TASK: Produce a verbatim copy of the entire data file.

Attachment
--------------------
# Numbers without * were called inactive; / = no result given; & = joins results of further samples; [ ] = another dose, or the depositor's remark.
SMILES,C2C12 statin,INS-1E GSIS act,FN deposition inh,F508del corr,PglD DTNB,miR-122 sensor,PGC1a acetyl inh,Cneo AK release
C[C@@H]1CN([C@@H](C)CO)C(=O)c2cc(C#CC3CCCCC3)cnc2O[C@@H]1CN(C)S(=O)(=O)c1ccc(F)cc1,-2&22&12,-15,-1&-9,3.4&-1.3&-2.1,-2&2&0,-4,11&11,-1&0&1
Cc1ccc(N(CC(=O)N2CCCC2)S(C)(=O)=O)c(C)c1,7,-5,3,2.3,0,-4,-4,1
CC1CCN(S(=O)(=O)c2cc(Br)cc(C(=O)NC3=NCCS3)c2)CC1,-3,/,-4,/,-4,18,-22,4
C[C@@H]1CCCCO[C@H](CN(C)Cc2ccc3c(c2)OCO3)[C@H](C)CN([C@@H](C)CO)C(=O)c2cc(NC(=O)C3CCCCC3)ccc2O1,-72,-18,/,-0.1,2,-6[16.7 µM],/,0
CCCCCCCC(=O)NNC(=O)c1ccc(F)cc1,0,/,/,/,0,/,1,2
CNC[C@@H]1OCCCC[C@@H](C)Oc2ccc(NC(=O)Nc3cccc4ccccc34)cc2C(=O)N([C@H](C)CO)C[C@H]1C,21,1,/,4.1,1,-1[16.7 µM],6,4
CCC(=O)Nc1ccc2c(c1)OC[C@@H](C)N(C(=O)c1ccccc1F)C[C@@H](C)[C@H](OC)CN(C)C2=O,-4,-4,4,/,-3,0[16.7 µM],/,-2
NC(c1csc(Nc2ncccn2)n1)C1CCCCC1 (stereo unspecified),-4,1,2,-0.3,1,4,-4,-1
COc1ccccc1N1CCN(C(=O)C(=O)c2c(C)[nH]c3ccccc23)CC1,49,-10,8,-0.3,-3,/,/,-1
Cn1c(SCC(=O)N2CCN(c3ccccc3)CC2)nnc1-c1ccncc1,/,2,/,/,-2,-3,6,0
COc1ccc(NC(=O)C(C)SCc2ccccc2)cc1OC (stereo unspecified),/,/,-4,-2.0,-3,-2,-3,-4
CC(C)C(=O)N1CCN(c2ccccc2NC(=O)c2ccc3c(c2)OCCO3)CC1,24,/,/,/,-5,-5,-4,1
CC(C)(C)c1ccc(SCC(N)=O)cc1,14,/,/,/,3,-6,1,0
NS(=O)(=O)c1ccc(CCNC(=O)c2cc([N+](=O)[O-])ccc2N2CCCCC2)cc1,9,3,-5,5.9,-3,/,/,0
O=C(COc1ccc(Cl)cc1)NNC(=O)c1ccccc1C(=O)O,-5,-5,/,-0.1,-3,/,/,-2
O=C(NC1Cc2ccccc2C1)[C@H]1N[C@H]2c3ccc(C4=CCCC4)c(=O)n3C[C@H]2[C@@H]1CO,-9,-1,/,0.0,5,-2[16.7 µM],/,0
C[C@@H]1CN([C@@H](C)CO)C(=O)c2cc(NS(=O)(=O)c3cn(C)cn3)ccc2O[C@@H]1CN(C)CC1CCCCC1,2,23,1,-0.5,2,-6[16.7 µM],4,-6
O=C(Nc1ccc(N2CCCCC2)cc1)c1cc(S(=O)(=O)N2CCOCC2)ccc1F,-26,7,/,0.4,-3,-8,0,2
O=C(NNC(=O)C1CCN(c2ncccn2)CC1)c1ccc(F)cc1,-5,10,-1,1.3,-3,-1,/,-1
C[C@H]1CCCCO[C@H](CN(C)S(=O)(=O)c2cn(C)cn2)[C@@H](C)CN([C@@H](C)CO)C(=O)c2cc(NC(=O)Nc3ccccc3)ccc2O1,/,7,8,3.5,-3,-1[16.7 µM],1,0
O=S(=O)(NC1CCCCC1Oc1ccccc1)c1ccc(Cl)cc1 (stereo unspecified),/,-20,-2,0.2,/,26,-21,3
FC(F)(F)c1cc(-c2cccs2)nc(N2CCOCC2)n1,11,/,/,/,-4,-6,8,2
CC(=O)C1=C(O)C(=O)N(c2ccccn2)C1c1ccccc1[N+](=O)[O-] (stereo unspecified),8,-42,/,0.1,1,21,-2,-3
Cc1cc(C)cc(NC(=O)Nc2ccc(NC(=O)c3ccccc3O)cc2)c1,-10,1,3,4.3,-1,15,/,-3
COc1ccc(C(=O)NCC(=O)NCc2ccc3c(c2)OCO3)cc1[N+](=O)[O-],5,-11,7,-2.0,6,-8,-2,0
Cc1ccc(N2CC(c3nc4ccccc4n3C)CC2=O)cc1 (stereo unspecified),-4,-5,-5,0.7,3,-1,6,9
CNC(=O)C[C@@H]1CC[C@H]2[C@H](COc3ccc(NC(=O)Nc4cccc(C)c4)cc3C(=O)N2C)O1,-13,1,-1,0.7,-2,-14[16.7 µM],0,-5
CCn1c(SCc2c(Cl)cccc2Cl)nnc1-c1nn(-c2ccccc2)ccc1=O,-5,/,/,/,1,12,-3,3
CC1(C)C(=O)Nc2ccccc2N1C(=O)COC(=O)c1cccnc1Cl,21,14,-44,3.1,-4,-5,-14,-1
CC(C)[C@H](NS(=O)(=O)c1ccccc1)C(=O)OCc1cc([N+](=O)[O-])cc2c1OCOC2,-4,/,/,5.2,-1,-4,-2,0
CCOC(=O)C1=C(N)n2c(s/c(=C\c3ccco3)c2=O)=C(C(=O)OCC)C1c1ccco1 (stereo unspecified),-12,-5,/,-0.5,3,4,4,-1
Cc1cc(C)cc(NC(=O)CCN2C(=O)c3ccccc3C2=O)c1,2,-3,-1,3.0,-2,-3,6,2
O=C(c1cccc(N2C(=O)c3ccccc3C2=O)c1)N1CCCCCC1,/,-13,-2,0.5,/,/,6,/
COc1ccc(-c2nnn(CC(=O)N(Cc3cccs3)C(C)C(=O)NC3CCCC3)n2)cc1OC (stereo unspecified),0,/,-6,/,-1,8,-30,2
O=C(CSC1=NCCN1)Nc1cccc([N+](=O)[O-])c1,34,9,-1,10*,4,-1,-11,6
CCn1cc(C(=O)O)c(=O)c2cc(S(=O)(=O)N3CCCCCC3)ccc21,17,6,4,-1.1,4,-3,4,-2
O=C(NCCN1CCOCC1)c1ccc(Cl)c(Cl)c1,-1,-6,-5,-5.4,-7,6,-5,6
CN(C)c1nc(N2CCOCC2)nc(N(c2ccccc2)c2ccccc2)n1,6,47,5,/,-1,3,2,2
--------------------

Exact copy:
# Numbers without * were called inactive; / = no result given; & = joins results of further samples; [ ] = another dose, or the depositor's remark.
SMILES,C2C12 statin,INS-1E GSIS act,FN deposition inh,F508del corr,PglD DTNB,miR-122 sensor,PGC1a acetyl inh,Cneo AK release
C[C@@H]1CN([C@@H](C)CO)C(=O)c2cc(C#CC3CCCCC3)cnc2O[C@@H]1CN(C)S(=O)(=O)c1ccc(F)cc1,-2&22&12,-15,-1&-9,3.4&-1.3&-2.1,-2&2&0,-4,11&11,-1&0&1
Cc1ccc(N(CC(=O)N2CCCC2)S(C)(=O)=O)c(C)c1,7,-5,3,2.3,0,-4,-4,1
CC1CCN(S(=O)(=O)c2cc(Br)cc(C(=O)NC3=NCCS3)c2)CC1,-3,/,-4,/,-4,18,-22,4
C[C@@H]1CCCCO[C@H](CN(C)Cc2ccc3c(c2)OCO3)[C@H](C)CN([C@@H](C)CO)C(=O)c2cc(NC(=O)C3CCCCC3)ccc2O1,-72,-18,/,-0.1,2,-6[16.7 µM],/,0
CCCCCCCC(=O)NNC(=O)c1ccc(F)cc1,0,/,/,/,0,/,1,2
CNC[C@@H]1OCCCC[C@@H](C)Oc2ccc(NC(=O)Nc3cccc4ccccc34)cc2C(=O)N([C@H](C)CO)C[C@H]1C,21,1,/,4.1,1,-1[16.7 µM],6,4
CCC(=O)Nc1ccc2c(c1)OC[C@@H](C)N(C(=O)c1ccccc1F)C[C@@H](C)[C@H](OC)CN(C)C2=O,-4,-4,4,/,-3,0[16.7 µM],/,-2
NC(c1csc(Nc2ncccn2)n1)C1CCCCC1 (stereo unspecified),-4,1,2,-0.3,1,4,-4,-1
COc1ccccc1N1CCN(C(=O)C(=O)c2c(C)[nH]c3ccccc23)CC1,49,-10,8,-0.3,-3,/,/,-1
Cn1c(SCC(=O)N2CCN(c3ccccc3)CC2)nnc1-c1ccncc1,/,2,/,/,-2,-3,6,0
COc1ccc(NC(=O)C(C)SCc2ccccc2)cc1OC (stereo unspecified),/,/,-4,-2.0,-3,-2,-3,-4
CC(C)C(=O)N1CCN(c2ccccc2NC(=O)c2ccc3c(c2)OCCO3)CC1,24,/,/,/,-5,-5,-4,1
CC(C)(C)c1ccc(SCC(N)=O)cc1,14,/,/,/,3,-6,1,0
NS(=O)(=O)c1ccc(CCNC(=O)c2cc([N+](=O)[O-])ccc2N2CCCCC2)cc1,9,3,-5,5.9,-3,/,/,0
O=C(COc1ccc(Cl)cc1)NNC(=O)c1ccccc1C(=O)O,-5,-5,/,-0.1,-3,/,/,-2
O=C(NC1Cc2ccccc2C1)[C@H]1N[C@H]2c3ccc(C4=CCCC4)c(=O)n3C[C@H]2[C@@H]1CO,-9,-1,/,0.0,5,-2[16.7 µM],/,0
C[C@@H]1CN([C@@H](C)CO)C(=O)c2cc(NS(=O)(=O)c3cn(C)cn3)ccc2O[C@@H]1CN(C)CC1CCCCC1,2,23,1,-0.5,2,-6[16.7 µM],4,-6
O=C(Nc1ccc(N2CCCCC2)cc1)c1cc(S(=O)(=O)N2CCOCC2)ccc1F,-26,7,/,0.4,-3,-8,0,2
O=C(NNC(=O)C1CCN(c2ncccn2)CC1)c1ccc(F)cc1,-5,10,-1,1.3,-3,-1,/,-1
C[C@H]1CCCCO[C@H](CN(C)S(=O)(=O)c2cn(C)cn2)[C@@H](C)CN([C@@H](C)CO)C(=O)c2cc(NC(=O)Nc3ccccc3)ccc2O1,/,7,8,3.5,-3,-1[16.7 µM],1,0
O=S(=O)(NC1CCCCC1Oc1ccccc1)c1ccc(Cl)cc1 (stereo unspecified),/,-20,-2,0.2,/,26,-21,3
FC(F)(F)c1cc(-c2cccs2)nc(N2CCOCC2)n1,11,/,/,/,-4,-6,8,2
CC(=O)C1=C(O)C(=O)N(c2ccccn2)C1c1ccccc1[N+](=O)[O-] (stereo unspecified),8,-42,/,0.1,1,21,-2,-3
Cc1cc(C)cc(NC(=O)Nc2ccc(NC(=O)c3ccccc3O)cc2)c1,-10,1,3,4.3,-1,15,/,-3
COc1ccc(C(=O)NCC(=O)NCc2ccc3c(c2)OCO3)cc1[N+](=O)[O-],5,-11,7,-2.0,6,-8,-2,0
Cc1ccc(N2CC(c3nc4ccccc4n3C)CC2=O)cc1 (stereo unspecified),-4,-5,-5,0.7,3,-1,6,9
CNC(=O)C[C@@H]1CC[C@H]2[C@H](COc3ccc(NC(=O)Nc4cccc(C)c4)cc3C(=O)N2C)O1,-13,1,-1,0.7,-2,-14[16.7 µM],0,-5
CCn1c(SCc2c(Cl)cccc2Cl)nnc1-c1nn(-c2ccccc2)ccc1=O,-5,/,/,/,1,12,-3,3
CC1(C)C(=O)Nc2ccccc2N1C(=O)COC(=O)c1cccnc1Cl,21,14,-44,3.1,-4,-5,-14,-1
CC(C)[C@H](NS(=O)(=O)c1ccccc1)C(=O)OCc1cc([N+](=O)[O-])cc2c1OCOC2,-4,/,/,5.2,-1,-4,-2,0
CCOC(=O)C1=C(N)n2c(s/c(=C\c3ccco3)c2=O)=C(C(=O)OCC)C1c1ccco1 (stereo unspecified),-12,-5,/,-0.5,3,4,4,-1
Cc1cc(C)cc(NC(=O)CCN2C(=O)c3ccccc3C2=O)c1,2,-3,-1,3.0,-2,-3,6,2
O=C(c1cccc(N2C(=O)c3ccccc3C2=O)c1)N1CCCCCC1,/,-13,-2,0.5,/,/,6,/
COc1ccc(-c2nnn(CC(=O)N(Cc3cccs3)C(C)C(=O)NC3CCCC3)n2)cc1OC (stereo unspecified),0,/,-6,/,-1,8,-30,2
O=C(CSC1=NCCN1)Nc1cccc([N+](=O)[O-])c1,34,9,-1,10*,4,-1,-11,6
CCn1cc(C(=O)O)c(=O)c2cc(S(=O)(=O)N3CCCCCC3)ccc21,17,6,4,-1.1,4,-3,4,-2
O=C(NCCN1CCOCC1)c1ccc(Cl)c(Cl)c1,-1,-6,-5,-5.4,-7,6,-5,6
CN(C)c1nc(N2CCOCC2)nc(N(c2ccccc2)c2ccccc2)n1,6,47,5,/,-1,3,2,2